قالب وردپرس درنا توس
Home / Technology / IBM's after-earnings selloff suggests that investors run out of patience

IBM's after-earnings selloff suggests that investors run out of patience



Compared with some previous IBM (IBM) earnings reports that triggered sales, the numbers given in the latest version of Big Blue were not particularly harsh. Even if they (as usual) do not look as solid as they seem at first glance, if you go through the fine print.

The fact that the IBM shares fell by more than 5% after hours could tell the numbers something about the fact that the patience of investors after years of underperforming of IT peers and promising major turnarounds of top and Bottom-line turnaround has become scarce.

IBM reported first quarter revenue of $ 19.07 billion (up 5% per annum) and adjusted EPS of $ 2.45 consensus analyst estimates of $ 1

8.83 billion and $ 2.42. It also reiterated EPS's guidance for 2018 of "at least" $ 13.80 (compared to $ 13.92 in 2017) and $ 12 billion for free cash flow ($ 13 billion FCF). While these figures are not spectacular, there are no figures on the surface enough to warrant the sale of a stock that has been largely water-borne since the spring of 2016.

But they look softer, recalling that IBM's sales growth was boosted by a weak dollar by 5 percentage points-percentage point boost. Growth was constant on a constant basis (CC), which was slightly worse than the 1% CC growth in the 4th quarter and Q4 guidance for Q4 Q4 Q4 growth.

In addition, a very long list of corporate tech companies has released strong reports since January, hoping a little bit that IBM would do the same. Last week, research firm Gartner predicted that global IT spending would rise 6.2% this year – both a weak dollar and spending increases in line with global GDP growth.

In addition, there are disappointments against IBM's Q1 adjusted gross margin (GM): Officially, they fell by 70 basis points per year to 43.7%, falling 30 basis points to 44.1% after restructuring charges for IBM Systems (hardware) were withdrawn. Both figures are below a consensus of 45.1%. Margins have been under pressure for a while from a shift towards cloud revenue streams, but IBM has promised that they will stabilize in 2018.

Outside of lower margins, earnings were impacted by restructuring charges of $ 375 million and a $ 130 million decrease in intellectual property (IP). As expected, EPS benefited from a low adjusted tax rate of 16%. Share repurchases worth $ 800 million were also made up slightly.

With the aforementioned currency surge, 3 of IBM's four product reporting segments outperformed consensus revenue estimates. The exception was the system unit: their sales increased 8% annually (4% in CC) to $ 1.5 billion, with a consensus of $ 1.69 billion missing. While the segment's mainframe revenue grew 59% and power server revenue grew 3% thanks to an ongoing upgrade cycle, storage revenues fell 15%.

CFO Jim Kavanaugh described IBM's storage performance as "disappointing" a mix of competitive, pricing, and sales execution issues. Competitors such as HP Enterprise (HPE) and NetApp (NTAP) report increased storage growth as industry demand benefits from an Intel (INTC) server CPU upgrade cycle.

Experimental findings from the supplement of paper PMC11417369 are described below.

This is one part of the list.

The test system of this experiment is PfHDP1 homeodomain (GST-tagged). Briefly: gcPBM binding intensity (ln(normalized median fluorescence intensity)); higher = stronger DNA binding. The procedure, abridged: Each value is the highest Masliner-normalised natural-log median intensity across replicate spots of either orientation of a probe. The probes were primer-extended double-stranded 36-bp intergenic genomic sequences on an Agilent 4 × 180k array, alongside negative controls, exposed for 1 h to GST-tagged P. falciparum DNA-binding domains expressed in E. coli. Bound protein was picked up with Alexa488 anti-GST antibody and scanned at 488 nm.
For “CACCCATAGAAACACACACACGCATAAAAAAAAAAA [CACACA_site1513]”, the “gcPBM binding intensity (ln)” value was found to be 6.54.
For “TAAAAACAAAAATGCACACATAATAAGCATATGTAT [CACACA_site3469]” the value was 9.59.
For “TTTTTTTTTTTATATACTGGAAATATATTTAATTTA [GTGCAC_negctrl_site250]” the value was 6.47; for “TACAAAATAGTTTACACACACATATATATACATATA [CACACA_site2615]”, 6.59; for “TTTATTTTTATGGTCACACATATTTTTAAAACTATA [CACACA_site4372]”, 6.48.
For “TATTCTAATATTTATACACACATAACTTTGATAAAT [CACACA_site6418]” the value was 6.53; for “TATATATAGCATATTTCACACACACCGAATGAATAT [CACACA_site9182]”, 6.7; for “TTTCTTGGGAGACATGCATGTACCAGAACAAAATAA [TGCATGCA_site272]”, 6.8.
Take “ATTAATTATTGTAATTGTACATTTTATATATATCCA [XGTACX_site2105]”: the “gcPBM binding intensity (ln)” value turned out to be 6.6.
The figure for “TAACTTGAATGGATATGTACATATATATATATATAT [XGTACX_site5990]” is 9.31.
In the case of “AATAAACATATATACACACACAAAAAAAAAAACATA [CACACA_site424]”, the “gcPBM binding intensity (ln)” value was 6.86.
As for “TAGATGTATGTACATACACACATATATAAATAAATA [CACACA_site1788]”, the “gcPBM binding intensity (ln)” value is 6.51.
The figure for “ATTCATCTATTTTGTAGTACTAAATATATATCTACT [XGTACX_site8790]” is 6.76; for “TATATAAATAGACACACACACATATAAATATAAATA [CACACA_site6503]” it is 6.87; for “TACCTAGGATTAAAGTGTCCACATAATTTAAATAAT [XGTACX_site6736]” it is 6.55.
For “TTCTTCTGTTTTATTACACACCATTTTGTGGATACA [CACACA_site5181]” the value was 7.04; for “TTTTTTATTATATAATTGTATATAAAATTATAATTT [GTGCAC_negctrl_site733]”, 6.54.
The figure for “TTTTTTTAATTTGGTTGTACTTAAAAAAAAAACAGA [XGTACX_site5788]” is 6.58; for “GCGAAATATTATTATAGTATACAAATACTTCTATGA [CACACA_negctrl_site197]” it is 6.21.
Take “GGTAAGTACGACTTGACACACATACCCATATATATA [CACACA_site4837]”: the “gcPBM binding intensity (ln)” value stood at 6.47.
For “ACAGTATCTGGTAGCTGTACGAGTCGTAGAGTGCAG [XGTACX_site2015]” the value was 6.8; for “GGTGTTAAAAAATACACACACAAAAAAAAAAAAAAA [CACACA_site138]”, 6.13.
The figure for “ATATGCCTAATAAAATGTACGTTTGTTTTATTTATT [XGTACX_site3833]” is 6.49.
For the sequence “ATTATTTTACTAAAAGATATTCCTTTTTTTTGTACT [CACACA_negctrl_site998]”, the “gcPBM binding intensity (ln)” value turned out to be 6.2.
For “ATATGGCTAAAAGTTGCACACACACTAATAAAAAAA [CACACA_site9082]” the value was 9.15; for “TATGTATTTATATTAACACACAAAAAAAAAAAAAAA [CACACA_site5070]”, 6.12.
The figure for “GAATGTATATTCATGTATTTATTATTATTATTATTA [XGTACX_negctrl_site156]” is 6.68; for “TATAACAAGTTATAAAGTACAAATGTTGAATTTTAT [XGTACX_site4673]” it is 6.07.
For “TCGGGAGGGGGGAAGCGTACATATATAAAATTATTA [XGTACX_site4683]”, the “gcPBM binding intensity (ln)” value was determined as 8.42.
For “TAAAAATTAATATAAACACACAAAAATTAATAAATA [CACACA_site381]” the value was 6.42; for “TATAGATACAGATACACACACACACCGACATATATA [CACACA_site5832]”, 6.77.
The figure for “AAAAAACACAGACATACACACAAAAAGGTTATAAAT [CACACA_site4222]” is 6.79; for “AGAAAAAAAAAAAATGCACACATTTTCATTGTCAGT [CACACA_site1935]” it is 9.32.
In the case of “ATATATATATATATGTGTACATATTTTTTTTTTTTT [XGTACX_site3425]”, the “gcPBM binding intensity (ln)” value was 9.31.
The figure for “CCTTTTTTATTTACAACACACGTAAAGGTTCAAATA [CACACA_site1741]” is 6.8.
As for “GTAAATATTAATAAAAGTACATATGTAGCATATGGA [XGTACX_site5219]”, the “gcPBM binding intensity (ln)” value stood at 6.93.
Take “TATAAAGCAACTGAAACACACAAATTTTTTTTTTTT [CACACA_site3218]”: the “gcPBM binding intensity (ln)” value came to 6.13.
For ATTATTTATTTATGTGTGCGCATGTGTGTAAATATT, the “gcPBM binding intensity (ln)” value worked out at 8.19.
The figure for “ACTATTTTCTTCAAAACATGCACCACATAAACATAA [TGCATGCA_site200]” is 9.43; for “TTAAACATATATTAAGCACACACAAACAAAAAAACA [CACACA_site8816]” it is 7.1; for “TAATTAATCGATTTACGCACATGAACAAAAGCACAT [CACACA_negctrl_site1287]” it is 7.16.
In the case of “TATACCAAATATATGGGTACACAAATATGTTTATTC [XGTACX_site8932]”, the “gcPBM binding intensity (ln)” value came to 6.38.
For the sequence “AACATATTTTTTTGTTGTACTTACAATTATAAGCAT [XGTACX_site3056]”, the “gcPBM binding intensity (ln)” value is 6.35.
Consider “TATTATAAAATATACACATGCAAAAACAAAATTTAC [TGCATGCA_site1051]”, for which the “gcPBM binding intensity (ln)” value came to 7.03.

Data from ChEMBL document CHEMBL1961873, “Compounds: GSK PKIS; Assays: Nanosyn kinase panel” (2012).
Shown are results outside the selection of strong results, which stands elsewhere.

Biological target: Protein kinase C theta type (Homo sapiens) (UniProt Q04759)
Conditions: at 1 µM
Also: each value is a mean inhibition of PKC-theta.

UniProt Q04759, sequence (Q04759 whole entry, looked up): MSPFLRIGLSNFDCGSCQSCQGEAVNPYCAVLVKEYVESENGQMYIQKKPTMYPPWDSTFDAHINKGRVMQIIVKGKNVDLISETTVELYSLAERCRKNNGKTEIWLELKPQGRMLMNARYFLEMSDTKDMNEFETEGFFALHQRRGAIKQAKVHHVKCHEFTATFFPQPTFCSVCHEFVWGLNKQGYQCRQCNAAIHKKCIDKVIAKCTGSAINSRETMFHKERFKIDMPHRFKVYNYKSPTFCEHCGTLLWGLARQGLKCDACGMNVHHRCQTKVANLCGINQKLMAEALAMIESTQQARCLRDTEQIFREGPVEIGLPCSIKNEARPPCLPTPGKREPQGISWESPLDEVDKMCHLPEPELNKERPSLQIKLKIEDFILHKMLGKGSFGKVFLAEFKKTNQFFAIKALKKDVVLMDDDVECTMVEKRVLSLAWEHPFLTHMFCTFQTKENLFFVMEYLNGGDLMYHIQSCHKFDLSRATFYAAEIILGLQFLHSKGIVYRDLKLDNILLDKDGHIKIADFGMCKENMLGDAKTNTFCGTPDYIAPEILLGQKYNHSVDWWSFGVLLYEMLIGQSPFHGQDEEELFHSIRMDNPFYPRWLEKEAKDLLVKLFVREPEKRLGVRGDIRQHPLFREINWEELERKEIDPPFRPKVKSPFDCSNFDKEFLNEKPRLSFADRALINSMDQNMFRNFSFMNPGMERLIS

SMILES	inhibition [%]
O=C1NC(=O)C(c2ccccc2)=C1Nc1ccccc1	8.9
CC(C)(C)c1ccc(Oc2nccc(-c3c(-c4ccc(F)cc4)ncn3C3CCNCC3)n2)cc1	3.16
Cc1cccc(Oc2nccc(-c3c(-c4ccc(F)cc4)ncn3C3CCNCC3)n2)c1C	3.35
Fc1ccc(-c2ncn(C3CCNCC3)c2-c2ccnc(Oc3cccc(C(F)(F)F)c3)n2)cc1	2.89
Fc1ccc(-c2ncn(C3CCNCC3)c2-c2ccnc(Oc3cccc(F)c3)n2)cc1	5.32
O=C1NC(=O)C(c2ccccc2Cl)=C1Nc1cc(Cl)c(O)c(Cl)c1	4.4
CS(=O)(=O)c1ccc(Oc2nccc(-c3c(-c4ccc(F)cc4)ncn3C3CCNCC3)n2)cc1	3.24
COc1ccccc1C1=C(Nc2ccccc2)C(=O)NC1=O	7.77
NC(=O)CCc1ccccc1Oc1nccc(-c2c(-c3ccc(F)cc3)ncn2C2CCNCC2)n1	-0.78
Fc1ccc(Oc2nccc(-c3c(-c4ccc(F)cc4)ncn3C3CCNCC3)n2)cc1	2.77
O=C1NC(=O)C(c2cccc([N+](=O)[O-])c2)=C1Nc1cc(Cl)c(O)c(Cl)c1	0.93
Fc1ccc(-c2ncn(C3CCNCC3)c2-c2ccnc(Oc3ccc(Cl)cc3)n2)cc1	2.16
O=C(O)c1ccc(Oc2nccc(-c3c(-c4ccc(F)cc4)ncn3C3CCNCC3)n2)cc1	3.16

IBM's Cognitive Solutions segment, which covers much of its software sales and is easily its most profitable unit, saw sales grow 6% in dollars but only 2% in CC. The service segments of the company – Global Business Services (GBS) and Technology Solutions & Cloud Platforms – grew 4% and 5%, respectively, in US dollars. There was a decline of 1% for CC. It should be noted that Gartner expects worldwide spending on enterprise software and IT services to grow by 11.1% and 7.4%, respectively, this year.

There are still some bright spots when you go through the details. With the caveat that they can vary widely from quarter to quarter, IBM's performance increased 10% per year to $ 9.3 billion. This was a nice reversal from the 10% decline in the fourth quarter. The revenue share for the cloud apps, app platform, and infrastructure As-a-Service apps grew 25% annually to $ 10.5 billion. This is an improvement over the growth of 20% in the fourth quarter. IBM also reported (without sales) an increase in security revenues of 60%.

However, the segment's sales figures show that the momentum in areas such as cloud apps / services and security is offset by the pressure of older users – cloud, software, and service companies in areas such as databases, operating systems, consulting, Technical Support and Business Process Outsourcing (BPO). And when you combine the good and the bad, the end result is a company whose currency-adjusted growth is significantly less than that of its growing counterparts such as Microsoft (MSFT), Accenture (ACN), SAP (SAP), and Dell Technologies remains

Investors have certainly not ignored such challenges in recent years, as illustrated by IBM's 5-year chart. But after seeing Big Blue largely miss a 2-year tech rally, and after Berrshire Hathaway of Warren Buffett (BRK.A) has taken out almost all of IBM's stock, it looks like markets are bad news Pardon even less than before

Jim Cramer and the AAP team hold a position in Microsoft for their Action Alerts PLUS Charitable Trust portfolio . Would you like to be warned before Cramer buys or sells MSFT? Learn more now .


Source link